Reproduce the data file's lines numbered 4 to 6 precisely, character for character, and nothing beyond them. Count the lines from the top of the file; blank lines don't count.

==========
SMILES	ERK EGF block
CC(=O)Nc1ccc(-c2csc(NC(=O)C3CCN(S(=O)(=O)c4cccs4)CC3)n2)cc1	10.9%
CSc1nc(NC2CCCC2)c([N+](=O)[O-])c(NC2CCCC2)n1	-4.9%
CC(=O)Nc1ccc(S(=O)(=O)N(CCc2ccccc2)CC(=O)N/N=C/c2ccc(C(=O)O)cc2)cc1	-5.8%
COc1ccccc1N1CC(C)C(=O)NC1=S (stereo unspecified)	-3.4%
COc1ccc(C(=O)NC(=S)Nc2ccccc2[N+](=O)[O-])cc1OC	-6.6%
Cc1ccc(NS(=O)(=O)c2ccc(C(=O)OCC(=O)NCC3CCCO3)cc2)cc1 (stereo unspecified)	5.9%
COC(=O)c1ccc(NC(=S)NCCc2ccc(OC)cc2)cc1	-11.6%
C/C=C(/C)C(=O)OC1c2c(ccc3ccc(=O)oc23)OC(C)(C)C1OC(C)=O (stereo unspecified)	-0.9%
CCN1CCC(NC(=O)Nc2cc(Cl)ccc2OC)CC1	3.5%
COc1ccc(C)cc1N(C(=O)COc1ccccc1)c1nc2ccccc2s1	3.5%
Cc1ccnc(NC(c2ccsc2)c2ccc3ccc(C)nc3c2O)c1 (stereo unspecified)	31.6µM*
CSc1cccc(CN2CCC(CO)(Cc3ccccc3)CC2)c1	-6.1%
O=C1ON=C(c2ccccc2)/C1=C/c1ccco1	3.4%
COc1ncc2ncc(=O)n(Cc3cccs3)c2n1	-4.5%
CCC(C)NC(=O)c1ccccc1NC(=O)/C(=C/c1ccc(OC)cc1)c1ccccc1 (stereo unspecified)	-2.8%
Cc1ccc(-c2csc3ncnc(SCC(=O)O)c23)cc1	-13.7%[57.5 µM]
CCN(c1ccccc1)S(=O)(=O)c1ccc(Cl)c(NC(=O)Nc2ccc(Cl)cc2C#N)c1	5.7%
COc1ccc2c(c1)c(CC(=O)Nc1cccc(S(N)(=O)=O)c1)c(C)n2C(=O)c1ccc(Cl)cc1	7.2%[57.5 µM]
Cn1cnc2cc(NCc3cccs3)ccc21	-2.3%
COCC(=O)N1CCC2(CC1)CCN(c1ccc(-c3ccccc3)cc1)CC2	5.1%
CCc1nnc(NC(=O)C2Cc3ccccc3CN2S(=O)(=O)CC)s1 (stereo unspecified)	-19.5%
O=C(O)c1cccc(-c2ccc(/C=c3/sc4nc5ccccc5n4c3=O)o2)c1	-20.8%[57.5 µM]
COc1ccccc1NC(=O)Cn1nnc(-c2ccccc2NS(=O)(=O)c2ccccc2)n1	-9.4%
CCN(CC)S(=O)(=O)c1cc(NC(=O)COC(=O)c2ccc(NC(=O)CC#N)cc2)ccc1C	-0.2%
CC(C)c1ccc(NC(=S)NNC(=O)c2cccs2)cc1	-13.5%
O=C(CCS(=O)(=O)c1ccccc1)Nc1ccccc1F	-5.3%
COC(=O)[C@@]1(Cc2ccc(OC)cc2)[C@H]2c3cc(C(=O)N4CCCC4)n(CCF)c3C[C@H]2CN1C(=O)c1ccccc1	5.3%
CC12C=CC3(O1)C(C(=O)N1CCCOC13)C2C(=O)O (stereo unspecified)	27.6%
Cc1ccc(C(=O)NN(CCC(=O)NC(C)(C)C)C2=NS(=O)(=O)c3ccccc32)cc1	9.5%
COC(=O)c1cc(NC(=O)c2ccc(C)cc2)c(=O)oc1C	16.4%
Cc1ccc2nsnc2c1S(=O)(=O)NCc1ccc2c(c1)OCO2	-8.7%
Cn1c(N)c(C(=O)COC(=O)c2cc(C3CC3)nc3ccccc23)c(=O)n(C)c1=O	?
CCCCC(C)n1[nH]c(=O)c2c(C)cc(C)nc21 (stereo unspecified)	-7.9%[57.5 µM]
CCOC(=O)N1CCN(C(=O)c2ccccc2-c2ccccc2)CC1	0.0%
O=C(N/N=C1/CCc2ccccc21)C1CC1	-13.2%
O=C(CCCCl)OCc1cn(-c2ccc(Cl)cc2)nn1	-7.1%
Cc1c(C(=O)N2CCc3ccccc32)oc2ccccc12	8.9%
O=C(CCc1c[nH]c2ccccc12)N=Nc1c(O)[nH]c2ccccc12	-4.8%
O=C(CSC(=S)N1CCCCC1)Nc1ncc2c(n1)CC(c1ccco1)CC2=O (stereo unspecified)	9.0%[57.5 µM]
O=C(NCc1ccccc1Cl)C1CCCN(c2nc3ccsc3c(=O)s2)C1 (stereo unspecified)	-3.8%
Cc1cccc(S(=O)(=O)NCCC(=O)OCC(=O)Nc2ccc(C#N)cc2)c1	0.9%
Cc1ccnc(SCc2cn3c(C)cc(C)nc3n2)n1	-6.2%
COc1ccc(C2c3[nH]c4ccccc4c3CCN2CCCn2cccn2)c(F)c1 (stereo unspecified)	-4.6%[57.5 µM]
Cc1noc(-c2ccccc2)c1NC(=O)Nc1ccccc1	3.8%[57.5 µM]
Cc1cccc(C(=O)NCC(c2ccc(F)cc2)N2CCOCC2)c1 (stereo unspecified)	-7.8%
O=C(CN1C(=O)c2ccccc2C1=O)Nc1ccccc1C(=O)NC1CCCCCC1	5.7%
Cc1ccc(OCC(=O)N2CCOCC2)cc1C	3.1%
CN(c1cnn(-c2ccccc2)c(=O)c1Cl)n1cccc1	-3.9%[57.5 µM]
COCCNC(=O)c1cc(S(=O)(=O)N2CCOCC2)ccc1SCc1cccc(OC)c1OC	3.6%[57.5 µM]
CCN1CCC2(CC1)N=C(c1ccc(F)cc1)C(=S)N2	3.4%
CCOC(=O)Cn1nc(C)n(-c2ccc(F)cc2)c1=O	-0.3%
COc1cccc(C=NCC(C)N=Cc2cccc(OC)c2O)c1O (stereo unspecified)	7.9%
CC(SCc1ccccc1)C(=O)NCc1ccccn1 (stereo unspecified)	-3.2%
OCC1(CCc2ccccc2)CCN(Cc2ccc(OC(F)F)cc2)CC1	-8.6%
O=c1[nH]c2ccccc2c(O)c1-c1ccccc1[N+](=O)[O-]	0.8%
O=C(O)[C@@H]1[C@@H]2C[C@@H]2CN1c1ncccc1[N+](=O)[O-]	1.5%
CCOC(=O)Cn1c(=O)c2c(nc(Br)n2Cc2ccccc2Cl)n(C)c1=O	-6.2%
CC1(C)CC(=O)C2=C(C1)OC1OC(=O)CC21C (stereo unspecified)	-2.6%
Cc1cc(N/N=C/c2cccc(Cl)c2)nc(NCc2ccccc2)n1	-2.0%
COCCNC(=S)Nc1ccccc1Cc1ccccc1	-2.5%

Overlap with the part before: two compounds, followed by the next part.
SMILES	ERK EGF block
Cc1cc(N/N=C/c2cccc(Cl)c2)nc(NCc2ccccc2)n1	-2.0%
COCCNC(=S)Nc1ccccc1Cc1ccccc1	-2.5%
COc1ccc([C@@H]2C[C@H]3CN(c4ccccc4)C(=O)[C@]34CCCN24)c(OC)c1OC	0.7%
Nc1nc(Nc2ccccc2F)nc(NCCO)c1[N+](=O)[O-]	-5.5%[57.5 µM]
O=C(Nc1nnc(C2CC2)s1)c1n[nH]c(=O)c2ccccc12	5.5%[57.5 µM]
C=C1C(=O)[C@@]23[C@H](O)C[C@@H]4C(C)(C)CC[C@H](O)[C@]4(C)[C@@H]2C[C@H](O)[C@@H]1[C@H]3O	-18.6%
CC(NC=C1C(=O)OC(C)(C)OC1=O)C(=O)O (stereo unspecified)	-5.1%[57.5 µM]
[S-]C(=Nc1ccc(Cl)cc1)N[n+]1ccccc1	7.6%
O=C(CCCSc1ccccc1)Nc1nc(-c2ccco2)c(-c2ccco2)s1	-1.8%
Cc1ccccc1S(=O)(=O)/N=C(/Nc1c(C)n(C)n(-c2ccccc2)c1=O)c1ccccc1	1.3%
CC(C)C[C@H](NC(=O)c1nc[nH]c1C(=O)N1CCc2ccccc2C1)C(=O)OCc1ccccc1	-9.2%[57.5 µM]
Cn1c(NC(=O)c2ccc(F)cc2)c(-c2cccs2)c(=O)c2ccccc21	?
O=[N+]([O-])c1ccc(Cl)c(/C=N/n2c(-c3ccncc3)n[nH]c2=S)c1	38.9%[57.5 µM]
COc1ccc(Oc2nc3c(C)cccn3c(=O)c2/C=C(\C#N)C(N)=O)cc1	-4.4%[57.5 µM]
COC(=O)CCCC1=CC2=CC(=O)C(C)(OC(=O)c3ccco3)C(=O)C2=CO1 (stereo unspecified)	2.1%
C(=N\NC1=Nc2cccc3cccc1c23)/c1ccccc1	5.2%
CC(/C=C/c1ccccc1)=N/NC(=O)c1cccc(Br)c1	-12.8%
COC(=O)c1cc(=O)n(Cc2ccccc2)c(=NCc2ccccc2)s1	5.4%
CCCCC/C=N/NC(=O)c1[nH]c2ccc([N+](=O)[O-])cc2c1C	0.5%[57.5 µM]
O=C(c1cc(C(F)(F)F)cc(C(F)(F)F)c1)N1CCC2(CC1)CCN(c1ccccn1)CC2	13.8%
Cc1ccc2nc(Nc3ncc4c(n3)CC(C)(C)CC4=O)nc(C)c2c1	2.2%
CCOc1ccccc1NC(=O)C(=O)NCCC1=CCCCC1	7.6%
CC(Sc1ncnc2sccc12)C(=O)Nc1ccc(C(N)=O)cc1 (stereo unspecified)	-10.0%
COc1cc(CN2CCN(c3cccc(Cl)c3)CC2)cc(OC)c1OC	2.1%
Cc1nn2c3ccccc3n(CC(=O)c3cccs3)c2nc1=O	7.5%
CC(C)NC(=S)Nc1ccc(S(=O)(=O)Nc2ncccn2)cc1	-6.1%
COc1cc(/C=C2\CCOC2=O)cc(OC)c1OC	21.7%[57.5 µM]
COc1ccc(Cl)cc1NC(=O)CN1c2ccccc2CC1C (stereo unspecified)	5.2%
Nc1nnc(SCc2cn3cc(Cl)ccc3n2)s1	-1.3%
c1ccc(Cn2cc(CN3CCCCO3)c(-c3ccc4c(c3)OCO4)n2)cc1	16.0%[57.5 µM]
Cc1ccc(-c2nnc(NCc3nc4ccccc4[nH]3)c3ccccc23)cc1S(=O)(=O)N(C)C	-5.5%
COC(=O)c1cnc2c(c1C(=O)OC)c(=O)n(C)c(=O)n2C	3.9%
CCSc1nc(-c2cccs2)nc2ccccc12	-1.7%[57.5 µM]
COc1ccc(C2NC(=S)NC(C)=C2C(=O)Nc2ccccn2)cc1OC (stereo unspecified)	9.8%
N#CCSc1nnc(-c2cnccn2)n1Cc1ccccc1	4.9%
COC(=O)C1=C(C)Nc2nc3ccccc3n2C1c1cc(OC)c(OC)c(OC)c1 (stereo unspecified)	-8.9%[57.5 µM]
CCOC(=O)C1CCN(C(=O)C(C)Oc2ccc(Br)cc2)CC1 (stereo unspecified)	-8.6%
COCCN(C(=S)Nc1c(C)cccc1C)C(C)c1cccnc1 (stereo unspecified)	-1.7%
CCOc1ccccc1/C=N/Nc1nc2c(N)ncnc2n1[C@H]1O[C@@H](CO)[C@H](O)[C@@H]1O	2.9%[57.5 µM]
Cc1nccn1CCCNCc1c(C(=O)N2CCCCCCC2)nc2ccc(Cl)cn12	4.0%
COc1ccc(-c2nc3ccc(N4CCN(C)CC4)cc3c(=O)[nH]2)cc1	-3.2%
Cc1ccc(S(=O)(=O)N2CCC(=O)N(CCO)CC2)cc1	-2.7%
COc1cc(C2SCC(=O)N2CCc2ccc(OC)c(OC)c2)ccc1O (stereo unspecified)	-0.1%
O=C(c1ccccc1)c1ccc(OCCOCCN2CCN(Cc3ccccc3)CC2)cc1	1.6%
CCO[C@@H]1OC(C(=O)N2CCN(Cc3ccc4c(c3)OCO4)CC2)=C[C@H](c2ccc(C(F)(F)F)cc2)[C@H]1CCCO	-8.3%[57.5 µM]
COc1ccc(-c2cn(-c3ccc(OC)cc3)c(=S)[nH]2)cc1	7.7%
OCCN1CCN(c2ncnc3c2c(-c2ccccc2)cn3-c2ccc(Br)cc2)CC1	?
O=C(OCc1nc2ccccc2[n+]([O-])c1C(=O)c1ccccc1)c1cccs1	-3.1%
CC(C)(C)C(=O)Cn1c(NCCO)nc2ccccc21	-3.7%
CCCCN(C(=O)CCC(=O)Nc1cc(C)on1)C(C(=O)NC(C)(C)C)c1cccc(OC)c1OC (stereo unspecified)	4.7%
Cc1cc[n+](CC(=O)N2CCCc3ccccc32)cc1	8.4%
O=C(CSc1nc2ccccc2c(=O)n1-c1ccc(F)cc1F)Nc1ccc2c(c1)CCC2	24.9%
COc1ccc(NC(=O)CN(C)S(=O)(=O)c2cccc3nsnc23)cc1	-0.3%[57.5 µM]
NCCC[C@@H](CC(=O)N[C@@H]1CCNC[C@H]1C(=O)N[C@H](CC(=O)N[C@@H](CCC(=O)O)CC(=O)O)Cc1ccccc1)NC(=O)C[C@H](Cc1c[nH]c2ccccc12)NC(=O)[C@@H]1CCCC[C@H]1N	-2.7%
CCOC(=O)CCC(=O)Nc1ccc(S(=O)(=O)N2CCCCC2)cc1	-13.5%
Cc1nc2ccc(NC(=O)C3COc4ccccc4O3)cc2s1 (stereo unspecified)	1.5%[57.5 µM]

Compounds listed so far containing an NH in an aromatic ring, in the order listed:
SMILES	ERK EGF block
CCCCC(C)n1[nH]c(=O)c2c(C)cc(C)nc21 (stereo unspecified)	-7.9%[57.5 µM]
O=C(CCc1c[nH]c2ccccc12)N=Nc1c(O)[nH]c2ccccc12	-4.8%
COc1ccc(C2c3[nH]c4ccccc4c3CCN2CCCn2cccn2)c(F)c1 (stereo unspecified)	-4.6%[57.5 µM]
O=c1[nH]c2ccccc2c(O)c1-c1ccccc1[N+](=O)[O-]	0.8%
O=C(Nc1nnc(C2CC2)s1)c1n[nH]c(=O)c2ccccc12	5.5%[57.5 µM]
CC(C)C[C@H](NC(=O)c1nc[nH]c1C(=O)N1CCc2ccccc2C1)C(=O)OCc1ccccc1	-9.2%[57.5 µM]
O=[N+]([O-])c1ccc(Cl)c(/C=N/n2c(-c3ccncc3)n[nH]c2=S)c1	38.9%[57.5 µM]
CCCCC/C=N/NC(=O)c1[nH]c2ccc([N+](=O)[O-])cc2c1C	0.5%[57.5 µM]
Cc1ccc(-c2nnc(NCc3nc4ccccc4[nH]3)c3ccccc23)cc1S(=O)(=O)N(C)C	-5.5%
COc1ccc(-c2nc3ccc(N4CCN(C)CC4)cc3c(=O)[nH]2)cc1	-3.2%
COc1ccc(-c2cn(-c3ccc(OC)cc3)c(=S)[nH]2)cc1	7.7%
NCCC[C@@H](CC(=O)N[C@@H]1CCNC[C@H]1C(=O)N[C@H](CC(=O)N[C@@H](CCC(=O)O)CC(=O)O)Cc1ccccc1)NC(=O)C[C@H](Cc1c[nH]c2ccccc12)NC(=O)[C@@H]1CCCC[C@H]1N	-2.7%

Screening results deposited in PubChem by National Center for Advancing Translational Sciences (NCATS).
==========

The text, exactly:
CC(=O)Nc1ccc(S(=O)(=O)N(CCc2ccccc2)CC(=O)N/N=C/c2ccc(C(=O)O)cc2)cc1	-5.8%
COc1ccccc1N1CC(C)C(=O)NC1=S (stereo unspecified)	-3.4%
COc1ccc(C(=O)NC(=S)Nc2ccccc2[N+](=O)[O-])cc1OC	-6.6%